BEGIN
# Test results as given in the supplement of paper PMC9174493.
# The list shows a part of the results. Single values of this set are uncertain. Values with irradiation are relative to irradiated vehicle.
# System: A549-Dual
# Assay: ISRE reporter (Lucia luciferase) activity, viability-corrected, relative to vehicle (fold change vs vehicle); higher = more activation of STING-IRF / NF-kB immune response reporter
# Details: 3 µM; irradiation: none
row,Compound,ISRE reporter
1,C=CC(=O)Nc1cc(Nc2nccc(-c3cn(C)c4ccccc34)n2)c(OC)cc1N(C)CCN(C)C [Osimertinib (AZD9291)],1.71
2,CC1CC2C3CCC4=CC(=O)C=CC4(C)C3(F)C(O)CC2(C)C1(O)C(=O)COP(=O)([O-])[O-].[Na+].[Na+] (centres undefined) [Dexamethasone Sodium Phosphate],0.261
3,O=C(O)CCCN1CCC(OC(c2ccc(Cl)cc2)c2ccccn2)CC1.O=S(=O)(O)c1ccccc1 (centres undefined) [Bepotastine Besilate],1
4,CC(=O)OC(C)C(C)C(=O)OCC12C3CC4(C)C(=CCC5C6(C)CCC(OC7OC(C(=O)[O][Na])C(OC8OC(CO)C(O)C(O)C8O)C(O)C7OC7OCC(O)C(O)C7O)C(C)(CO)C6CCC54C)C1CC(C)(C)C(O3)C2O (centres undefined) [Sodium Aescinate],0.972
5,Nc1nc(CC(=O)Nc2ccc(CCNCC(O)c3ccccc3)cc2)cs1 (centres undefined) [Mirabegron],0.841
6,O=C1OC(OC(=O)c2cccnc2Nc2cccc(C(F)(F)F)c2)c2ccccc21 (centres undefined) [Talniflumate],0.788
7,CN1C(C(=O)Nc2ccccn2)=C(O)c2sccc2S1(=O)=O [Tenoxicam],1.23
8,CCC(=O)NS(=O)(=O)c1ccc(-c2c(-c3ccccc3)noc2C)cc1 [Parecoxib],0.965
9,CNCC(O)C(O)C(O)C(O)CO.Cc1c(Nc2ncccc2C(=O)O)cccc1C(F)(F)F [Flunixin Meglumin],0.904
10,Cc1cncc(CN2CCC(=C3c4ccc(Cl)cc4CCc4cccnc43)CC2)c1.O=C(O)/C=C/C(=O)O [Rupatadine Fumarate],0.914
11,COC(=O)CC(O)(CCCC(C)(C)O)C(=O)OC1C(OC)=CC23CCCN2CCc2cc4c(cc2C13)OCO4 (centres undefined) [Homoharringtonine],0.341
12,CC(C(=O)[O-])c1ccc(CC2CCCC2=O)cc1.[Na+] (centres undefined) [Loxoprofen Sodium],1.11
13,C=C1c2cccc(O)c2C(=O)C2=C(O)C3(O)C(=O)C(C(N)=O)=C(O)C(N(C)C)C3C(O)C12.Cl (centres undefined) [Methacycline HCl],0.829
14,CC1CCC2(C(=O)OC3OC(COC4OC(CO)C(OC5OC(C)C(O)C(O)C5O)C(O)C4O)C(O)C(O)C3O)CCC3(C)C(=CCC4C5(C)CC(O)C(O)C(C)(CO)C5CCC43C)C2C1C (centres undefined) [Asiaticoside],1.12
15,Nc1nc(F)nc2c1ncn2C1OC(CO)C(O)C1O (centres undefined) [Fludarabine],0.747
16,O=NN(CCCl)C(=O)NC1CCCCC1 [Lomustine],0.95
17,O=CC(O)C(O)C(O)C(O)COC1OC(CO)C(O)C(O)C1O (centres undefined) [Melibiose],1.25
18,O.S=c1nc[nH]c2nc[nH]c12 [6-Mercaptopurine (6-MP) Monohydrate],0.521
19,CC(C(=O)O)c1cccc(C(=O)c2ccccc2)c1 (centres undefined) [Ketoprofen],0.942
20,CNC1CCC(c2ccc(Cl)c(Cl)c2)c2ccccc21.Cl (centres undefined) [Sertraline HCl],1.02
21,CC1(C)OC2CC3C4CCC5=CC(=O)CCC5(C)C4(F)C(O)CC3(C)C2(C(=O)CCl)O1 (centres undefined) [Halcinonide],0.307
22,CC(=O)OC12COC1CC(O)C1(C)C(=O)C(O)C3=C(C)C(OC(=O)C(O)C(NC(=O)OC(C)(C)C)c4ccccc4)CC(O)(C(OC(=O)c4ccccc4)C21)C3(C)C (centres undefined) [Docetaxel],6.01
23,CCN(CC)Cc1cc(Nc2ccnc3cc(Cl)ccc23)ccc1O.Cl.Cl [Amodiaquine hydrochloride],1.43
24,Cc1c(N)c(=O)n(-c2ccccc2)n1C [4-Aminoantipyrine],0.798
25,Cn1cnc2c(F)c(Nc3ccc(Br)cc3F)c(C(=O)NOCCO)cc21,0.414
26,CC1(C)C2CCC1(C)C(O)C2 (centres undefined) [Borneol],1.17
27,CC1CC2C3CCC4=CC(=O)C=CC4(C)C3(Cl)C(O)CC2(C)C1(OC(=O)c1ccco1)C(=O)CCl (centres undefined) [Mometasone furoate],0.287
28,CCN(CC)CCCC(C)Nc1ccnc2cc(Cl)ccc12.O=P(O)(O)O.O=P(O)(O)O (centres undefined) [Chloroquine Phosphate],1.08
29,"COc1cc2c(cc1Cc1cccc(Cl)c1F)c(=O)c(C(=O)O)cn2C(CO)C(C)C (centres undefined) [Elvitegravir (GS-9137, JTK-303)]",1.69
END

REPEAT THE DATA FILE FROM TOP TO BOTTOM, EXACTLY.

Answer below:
# Test results as given in the supplement of paper PMC9174493.
# The list shows a part of the results. Single values of this set are uncertain. Values with irradiation are relative to irradiated vehicle.
# System: A549-Dual
# Assay: ISRE reporter (Lucia luciferase) activity, viability-corrected, relative to vehicle (fold change vs vehicle); higher = more activation of STING-IRF / NF-kB immune response reporter
# Details: 3 µM; irradiation: none
row,Compound,ISRE reporter
1,C=CC(=O)Nc1cc(Nc2nccc(-c3cn(C)c4ccccc34)n2)c(OC)cc1N(C)CCN(C)C [Osimertinib (AZD9291)],1.71
2,CC1CC2C3CCC4=CC(=O)C=CC4(C)C3(F)C(O)CC2(C)C1(O)C(=O)COP(=O)([O-])[O-].[Na+].[Na+] (centres undefined) [Dexamethasone Sodium Phosphate],0.261
3,O=C(O)CCCN1CCC(OC(c2ccc(Cl)cc2)c2ccccn2)CC1.O=S(=O)(O)c1ccccc1 (centres undefined) [Bepotastine Besilate],1
4,CC(=O)OC(C)C(C)C(=O)OCC12C3CC4(C)C(=CCC5C6(C)CCC(OC7OC(C(=O)[O][Na])C(OC8OC(CO)C(O)C(O)C8O)C(O)C7OC7OCC(O)C(O)C7O)C(C)(CO)C6CCC54C)C1CC(C)(C)C(O3)C2O (centres undefined) [Sodium Aescinate],0.972
5,Nc1nc(CC(=O)Nc2ccc(CCNCC(O)c3ccccc3)cc2)cs1 (centres undefined) [Mirabegron],0.841
6,O=C1OC(OC(=O)c2cccnc2Nc2cccc(C(F)(F)F)c2)c2ccccc21 (centres undefined) [Talniflumate],0.788
7,CN1C(C(=O)Nc2ccccn2)=C(O)c2sccc2S1(=O)=O [Tenoxicam],1.23
8,CCC(=O)NS(=O)(=O)c1ccc(-c2c(-c3ccccc3)noc2C)cc1 [Parecoxib],0.965
9,CNCC(O)C(O)C(O)C(O)CO.Cc1c(Nc2ncccc2C(=O)O)cccc1C(F)(F)F [Flunixin Meglumin],0.904
10,Cc1cncc(CN2CCC(=C3c4ccc(Cl)cc4CCc4cccnc43)CC2)c1.O=C(O)/C=C/C(=O)O [Rupatadine Fumarate],0.914
11,COC(=O)CC(O)(CCCC(C)(C)O)C(=O)OC1C(OC)=CC23CCCN2CCc2cc4c(cc2C13)OCO4 (centres undefined) [Homoharringtonine],0.341
12,CC(C(=O)[O-])c1ccc(CC2CCCC2=O)cc1.[Na+] (centres undefined) [Loxoprofen Sodium],1.11
13,C=C1c2cccc(O)c2C(=O)C2=C(O)C3(O)C(=O)C(C(N)=O)=C(O)C(N(C)C)C3C(O)C12.Cl (centres undefined) [Methacycline HCl],0.829
14,CC1CCC2(C(=O)OC3OC(COC4OC(CO)C(OC5OC(C)C(O)C(O)C5O)C(O)C4O)C(O)C(O)C3O)CCC3(C)C(=CCC4C5(C)CC(O)C(O)C(C)(CO)C5CCC43C)C2C1C (centres undefined) [Asiaticoside],1.12
15,Nc1nc(F)nc2c1ncn2C1OC(CO)C(O)C1O (centres undefined) [Fludarabine],0.747
16,O=NN(CCCl)C(=O)NC1CCCCC1 [Lomustine],0.95
17,O=CC(O)C(O)C(O)C(O)COC1OC(CO)C(O)C(O)C1O (centres undefined) [Melibiose],1.25
18,O.S=c1nc[nH]c2nc[nH]c12 [6-Mercaptopurine (6-MP) Monohydrate],0.521
19,CC(C(=O)O)c1cccc(C(=O)c2ccccc2)c1 (centres undefined) [Ketoprofen],0.942
20,CNC1CCC(c2ccc(Cl)c(Cl)c2)c2ccccc21.Cl (centres undefined) [Sertraline HCl],1.02
21,CC1(C)OC2CC3C4CCC5=CC(=O)CCC5(C)C4(F)C(O)CC3(C)C2(C(=O)CCl)O1 (centres undefined) [Halcinonide],0.307
22,CC(=O)OC12COC1CC(O)C1(C)C(=O)C(O)C3=C(C)C(OC(=O)C(O)C(NC(=O)OC(C)(C)C)c4ccccc4)CC(O)(C(OC(=O)c4ccccc4)C21)C3(C)C (centres undefined) [Docetaxel],6.01
23,CCN(CC)Cc1cc(Nc2ccnc3cc(Cl)ccc23)ccc1O.Cl.Cl [Amodiaquine hydrochloride],1.43
24,Cc1c(N)c(=O)n(-c2ccccc2)n1C [4-Aminoantipyrine],0.798
25,Cn1cnc2c(F)c(Nc3ccc(Br)cc3F)c(C(=O)NOCCO)cc21,0.414
26,CC1(C)C2CCC1(C)C(O)C2 (centres undefined) [Borneol],1.17
27,CC1CC2C3CCC4=CC(=O)C=CC4(C)C3(Cl)C(O)CC2(C)C1(OC(=O)c1ccco1)C(=O)CCl (centres undefined) [Mometasone furoate],0.287
28,CCN(CC)CCCC(C)Nc1ccnc2cc(Cl)ccc12.O=P(O)(O)O.O=P(O)(O)O (centres undefined) [Chloroquine Phosphate],1.08
29,"COc1cc2c(cc1Cc1cccc(Cl)c1F)c(=O)c(C(=O)O)cn2C(CO)C(C)C (centres undefined) [Elvitegravir (GS-9137, JTK-303)]",1.69